A balance sheet which at times looks daunting is really the secret weapon and the more liquidity that we create in this kind of marketplace, the better leverage we'll have on third-party capital and bulk is a place that now you'll see us move.
In terms of the management changes that were announced with all due respect to Darren Tangen, who I've known for quite a long time, I'm just curious why the management decided not to bring in someone new from the outside to step into the role as President?
I think and let me have if Darren is probably too humble to do that. We looked at all those options and when we analyzed all the attributes that we needed, Darren actually comes up on top of any third party list, but in addition to that, as you have been patient and cycling with us through this merger, the complexity would take in a new entrant year just to figure out where the architecture of the structure is.
So our best assets have been our homegrown people. The key to this business is teams and themes. At every example of Darren growing into the next set of responsibility, you're going to see that across the room. We're going to move from a decentralized bureaucratic anchored structure, which is a result of what we had to do in this merger to a decentralized regional focus that's built on action and silos and Darren is the best person for that.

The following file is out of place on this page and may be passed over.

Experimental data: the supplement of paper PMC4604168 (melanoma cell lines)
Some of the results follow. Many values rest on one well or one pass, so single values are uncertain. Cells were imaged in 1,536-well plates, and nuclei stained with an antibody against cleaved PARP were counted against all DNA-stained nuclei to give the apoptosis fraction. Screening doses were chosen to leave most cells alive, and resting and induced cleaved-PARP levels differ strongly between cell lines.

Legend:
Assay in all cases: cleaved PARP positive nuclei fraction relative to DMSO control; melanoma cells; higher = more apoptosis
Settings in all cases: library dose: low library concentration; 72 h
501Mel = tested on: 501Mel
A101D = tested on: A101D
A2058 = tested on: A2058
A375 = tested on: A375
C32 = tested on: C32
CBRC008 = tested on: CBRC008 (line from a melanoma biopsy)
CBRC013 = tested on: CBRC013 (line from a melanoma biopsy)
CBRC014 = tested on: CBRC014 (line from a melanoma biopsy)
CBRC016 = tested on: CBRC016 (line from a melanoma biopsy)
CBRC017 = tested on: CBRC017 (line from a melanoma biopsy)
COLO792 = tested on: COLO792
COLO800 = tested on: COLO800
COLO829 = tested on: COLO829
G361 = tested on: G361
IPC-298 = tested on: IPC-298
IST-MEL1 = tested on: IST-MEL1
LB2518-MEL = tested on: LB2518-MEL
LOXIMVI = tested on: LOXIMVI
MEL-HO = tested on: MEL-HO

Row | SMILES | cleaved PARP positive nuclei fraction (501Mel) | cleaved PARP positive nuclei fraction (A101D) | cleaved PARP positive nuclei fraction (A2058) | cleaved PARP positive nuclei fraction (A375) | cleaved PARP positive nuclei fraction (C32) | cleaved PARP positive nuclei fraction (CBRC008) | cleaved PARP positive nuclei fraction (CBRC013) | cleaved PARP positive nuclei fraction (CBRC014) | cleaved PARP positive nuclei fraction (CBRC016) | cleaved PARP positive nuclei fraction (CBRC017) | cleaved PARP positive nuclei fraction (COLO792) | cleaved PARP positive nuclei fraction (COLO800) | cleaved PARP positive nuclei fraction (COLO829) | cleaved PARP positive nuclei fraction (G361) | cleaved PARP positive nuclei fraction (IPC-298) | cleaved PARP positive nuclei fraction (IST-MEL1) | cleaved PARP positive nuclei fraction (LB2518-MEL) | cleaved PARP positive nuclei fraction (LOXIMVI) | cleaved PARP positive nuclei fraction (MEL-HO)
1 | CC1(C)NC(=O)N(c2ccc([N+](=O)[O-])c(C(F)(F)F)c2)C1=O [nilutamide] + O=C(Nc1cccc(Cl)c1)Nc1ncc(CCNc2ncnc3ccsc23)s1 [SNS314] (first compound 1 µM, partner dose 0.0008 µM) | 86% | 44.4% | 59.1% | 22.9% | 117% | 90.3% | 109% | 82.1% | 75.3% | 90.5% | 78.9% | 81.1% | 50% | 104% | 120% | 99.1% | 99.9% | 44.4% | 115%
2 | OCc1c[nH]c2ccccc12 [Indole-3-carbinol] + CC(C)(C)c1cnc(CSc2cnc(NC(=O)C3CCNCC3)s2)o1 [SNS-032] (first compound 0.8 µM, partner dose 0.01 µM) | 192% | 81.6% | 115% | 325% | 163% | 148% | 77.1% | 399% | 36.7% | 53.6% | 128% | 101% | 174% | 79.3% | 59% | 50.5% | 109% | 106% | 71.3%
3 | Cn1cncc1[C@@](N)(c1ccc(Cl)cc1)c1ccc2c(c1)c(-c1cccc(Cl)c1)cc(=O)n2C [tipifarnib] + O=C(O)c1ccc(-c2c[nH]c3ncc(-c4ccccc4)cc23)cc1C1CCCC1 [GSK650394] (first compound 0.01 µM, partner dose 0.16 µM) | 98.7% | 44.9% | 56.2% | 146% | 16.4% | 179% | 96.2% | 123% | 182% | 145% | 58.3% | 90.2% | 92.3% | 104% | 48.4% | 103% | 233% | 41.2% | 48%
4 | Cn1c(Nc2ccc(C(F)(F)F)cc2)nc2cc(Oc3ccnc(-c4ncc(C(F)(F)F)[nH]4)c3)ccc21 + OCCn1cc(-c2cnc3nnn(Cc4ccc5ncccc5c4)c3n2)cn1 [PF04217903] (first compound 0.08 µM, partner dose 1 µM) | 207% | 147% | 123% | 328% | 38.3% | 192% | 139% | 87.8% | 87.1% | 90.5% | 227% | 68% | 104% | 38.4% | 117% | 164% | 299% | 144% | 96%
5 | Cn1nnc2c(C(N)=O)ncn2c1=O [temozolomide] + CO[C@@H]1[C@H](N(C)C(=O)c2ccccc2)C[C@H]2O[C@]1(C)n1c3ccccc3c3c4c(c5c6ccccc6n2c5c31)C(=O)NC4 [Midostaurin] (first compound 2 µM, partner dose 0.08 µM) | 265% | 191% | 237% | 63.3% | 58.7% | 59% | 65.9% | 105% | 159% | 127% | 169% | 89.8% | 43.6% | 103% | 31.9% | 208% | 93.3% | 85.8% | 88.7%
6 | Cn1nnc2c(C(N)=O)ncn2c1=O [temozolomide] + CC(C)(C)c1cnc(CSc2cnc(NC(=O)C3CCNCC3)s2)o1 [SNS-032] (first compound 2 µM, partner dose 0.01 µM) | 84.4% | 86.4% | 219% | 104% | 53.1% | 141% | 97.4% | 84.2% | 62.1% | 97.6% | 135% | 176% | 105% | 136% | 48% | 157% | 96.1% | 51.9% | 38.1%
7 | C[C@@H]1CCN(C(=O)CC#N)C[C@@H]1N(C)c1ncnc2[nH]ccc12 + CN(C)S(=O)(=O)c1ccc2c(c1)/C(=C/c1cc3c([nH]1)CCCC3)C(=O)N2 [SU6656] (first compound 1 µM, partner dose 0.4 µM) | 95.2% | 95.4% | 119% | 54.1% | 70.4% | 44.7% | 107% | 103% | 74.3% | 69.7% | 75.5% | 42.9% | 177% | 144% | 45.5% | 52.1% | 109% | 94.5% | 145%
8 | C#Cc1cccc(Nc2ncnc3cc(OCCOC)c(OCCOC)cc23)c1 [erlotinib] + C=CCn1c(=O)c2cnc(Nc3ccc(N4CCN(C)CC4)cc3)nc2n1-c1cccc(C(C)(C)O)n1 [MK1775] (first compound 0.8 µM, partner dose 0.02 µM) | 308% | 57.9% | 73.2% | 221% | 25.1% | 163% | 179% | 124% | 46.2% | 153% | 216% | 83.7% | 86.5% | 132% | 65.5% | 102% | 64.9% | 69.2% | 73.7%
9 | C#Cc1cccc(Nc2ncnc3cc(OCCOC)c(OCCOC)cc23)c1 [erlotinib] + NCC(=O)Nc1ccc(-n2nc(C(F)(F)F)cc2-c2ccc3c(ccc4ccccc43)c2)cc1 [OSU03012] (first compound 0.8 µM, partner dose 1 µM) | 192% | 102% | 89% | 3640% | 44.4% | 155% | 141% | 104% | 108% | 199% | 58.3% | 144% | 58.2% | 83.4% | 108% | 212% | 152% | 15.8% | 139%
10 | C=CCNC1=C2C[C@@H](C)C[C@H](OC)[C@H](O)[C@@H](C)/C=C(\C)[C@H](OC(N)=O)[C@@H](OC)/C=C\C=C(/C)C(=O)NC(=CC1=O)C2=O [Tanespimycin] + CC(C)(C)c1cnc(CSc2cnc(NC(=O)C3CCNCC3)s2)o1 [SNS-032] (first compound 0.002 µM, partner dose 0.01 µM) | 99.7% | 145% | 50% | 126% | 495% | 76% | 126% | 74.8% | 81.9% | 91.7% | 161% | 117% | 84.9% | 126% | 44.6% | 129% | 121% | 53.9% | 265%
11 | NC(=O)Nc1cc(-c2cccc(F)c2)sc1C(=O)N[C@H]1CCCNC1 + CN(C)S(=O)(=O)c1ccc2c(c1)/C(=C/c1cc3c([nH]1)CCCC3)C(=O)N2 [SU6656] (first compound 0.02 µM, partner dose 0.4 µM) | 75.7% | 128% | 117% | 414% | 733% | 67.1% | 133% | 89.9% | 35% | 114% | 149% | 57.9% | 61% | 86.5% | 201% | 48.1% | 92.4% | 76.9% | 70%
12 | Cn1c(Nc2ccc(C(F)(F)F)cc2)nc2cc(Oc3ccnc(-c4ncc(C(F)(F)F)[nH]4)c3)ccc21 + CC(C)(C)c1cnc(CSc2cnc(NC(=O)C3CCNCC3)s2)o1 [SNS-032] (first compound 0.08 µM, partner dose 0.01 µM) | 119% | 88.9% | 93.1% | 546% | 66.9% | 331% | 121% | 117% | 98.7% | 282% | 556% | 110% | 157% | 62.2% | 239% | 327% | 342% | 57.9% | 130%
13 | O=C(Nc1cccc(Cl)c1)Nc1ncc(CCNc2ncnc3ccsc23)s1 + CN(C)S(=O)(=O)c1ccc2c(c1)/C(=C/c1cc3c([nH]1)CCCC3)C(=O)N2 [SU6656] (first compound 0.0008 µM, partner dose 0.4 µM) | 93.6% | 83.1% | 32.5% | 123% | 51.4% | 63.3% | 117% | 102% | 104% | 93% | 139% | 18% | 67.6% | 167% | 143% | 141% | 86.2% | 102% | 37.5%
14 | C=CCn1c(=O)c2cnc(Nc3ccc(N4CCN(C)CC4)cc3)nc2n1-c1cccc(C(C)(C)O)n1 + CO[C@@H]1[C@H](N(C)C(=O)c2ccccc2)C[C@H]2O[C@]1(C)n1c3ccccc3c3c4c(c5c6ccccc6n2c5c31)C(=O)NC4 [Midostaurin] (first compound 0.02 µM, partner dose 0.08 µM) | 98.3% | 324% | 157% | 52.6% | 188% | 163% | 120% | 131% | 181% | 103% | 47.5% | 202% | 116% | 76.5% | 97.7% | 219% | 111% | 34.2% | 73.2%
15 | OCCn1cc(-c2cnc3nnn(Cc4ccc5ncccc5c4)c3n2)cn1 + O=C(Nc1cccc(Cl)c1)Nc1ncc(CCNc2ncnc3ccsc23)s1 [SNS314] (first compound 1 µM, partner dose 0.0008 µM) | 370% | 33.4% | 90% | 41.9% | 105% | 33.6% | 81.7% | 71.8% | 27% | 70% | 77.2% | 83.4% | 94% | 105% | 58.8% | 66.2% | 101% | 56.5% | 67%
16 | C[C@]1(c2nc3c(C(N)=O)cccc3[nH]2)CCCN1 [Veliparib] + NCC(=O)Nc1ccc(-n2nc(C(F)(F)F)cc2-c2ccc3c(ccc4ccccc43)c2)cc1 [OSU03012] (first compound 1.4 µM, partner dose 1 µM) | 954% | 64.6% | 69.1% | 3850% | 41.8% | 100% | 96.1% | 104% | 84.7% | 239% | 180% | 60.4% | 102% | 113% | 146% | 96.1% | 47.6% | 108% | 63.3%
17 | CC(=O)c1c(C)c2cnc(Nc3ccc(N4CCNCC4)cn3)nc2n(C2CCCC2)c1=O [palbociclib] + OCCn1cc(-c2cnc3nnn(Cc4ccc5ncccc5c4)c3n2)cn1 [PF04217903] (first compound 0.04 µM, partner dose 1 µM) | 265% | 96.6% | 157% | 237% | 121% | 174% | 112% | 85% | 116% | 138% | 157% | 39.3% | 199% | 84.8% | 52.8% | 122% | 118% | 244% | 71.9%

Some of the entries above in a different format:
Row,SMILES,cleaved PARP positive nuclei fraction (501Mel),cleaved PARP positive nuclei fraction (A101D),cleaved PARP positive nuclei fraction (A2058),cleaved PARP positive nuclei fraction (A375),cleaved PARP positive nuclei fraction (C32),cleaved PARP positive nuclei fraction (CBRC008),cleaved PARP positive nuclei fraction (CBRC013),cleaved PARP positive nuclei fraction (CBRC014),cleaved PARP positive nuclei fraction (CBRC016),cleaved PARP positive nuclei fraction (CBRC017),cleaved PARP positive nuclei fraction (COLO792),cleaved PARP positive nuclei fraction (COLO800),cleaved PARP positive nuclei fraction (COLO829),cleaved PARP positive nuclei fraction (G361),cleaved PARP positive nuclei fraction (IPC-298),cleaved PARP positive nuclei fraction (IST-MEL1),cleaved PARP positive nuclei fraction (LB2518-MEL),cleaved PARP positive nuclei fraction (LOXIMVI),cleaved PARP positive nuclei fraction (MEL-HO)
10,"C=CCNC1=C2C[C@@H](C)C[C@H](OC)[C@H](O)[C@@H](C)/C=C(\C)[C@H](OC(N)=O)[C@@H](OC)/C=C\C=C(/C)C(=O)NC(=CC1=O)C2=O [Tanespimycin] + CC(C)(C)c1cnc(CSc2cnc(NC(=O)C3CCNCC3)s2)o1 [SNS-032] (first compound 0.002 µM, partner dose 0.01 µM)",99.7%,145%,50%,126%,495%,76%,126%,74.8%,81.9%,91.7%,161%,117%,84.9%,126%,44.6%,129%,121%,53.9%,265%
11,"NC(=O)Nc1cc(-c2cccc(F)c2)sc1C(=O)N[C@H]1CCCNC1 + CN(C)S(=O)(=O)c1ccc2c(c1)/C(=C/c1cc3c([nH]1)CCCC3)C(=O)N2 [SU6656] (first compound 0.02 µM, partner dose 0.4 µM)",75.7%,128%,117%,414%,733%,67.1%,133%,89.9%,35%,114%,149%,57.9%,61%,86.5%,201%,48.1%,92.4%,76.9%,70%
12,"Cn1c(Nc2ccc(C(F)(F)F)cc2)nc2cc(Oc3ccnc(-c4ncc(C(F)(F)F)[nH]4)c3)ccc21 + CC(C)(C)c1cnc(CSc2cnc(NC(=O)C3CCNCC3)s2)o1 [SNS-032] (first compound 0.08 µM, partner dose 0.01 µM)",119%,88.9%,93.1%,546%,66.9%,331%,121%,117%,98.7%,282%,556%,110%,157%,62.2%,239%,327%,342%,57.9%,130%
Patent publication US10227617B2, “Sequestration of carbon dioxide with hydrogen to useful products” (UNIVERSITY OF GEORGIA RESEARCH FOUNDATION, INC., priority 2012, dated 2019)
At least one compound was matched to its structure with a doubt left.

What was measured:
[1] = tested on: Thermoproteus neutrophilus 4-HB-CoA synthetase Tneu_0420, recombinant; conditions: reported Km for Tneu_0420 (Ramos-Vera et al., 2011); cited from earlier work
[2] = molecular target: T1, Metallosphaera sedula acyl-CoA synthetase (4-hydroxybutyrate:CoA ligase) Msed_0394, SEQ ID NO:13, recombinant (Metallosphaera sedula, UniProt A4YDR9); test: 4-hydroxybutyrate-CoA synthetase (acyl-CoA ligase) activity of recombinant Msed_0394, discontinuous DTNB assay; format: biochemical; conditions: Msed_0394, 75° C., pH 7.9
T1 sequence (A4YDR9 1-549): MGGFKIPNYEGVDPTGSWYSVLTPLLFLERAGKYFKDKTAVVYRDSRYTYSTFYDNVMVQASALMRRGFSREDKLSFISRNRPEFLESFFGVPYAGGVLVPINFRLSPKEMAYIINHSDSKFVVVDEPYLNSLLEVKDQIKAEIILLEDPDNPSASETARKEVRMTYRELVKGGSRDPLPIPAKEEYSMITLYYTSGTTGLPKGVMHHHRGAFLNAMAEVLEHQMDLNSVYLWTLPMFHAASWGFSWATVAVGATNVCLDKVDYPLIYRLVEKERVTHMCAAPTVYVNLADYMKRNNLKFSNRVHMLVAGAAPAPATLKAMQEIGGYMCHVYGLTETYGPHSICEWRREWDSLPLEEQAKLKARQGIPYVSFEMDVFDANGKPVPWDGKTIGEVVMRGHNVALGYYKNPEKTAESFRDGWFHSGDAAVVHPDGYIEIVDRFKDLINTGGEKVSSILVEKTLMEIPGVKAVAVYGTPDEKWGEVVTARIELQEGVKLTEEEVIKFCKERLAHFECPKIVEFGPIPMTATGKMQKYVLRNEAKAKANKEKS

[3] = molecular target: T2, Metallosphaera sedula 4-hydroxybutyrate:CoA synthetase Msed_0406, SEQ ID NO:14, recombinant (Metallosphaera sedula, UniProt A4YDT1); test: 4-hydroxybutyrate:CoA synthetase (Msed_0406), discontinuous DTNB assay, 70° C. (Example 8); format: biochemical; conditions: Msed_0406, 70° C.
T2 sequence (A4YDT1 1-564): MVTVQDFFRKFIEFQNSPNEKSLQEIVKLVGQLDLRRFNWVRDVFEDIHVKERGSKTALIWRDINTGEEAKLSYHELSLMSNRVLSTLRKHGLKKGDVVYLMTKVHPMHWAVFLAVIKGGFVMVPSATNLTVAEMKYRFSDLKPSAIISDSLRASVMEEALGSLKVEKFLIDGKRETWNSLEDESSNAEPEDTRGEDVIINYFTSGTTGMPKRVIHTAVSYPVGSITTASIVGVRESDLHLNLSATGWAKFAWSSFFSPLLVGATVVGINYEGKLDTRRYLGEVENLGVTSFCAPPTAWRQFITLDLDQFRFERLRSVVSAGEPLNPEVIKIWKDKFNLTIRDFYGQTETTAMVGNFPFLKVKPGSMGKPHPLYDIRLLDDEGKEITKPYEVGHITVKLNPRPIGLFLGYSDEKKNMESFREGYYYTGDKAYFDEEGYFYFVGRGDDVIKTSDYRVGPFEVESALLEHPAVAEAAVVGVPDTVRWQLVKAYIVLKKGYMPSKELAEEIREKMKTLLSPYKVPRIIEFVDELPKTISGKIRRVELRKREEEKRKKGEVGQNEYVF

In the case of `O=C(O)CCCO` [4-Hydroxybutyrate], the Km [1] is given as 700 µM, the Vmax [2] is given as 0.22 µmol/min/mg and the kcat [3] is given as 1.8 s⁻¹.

As Mark returning to the CFO status, Mark was the CFO for 20 years. So as we did really and Richard did very good job on what he had to do and this merger was a nightmare. It was very difficult and we knew it was difficult and that's why we did it. Complexity was one of the advantages that we saw.
So we have all the expertise internally to get the job done and we wake up every morning and say there's only one thing which is our friends every say every day in their own accord, which is the fight never ends and so it is not an option.
So there's no outside resources that's going to make it easier. We have the resources inside. We have to equip them, give them the resources, hold them accountable and transition from harvesting stale old yield to producing and seating third-party capital on a total return basis and that's going to be Darren's job. So he is sitting here sweating as we're talking.
Thanks very much for taking the questions.
[Operator Instructions] Our next question is from the line of Mitch Germain with JMP.
Thanks. And Darren, I know you've spent much time on the quarter. Just curious that of the $0.20, is that a clean number to build on? I know we got some seasonality to account for next quarter in lodging, but is that kind of the way we should think about that number?
There was about a $0.01 of net gains and I think there was about $0.02 of other positive non-recurring type contributions to that core FFO result Mitch. So I suppose that you take those two components out, you would be more $0.17 clean.
Got you. If I listen to what Tom talked about and Darren yourself about kind of direction and where you're headed next year, it seems like sales will continue to dominate, there could be a bit of a drag as to when you deploy that capital or in the third party where it kind of built up.
How does this model in terms of how it's structured today begin to produce a meaningful earnings growth?
It's the right question and we think the magic formula is to use our revolver in a really smart way and we have a $1 billion that we hardly ever used. So if you look at cost of capital, which we sit down every day on your behalf trying to figure out, the lowest cost of capital that we have at the moment is that revolver.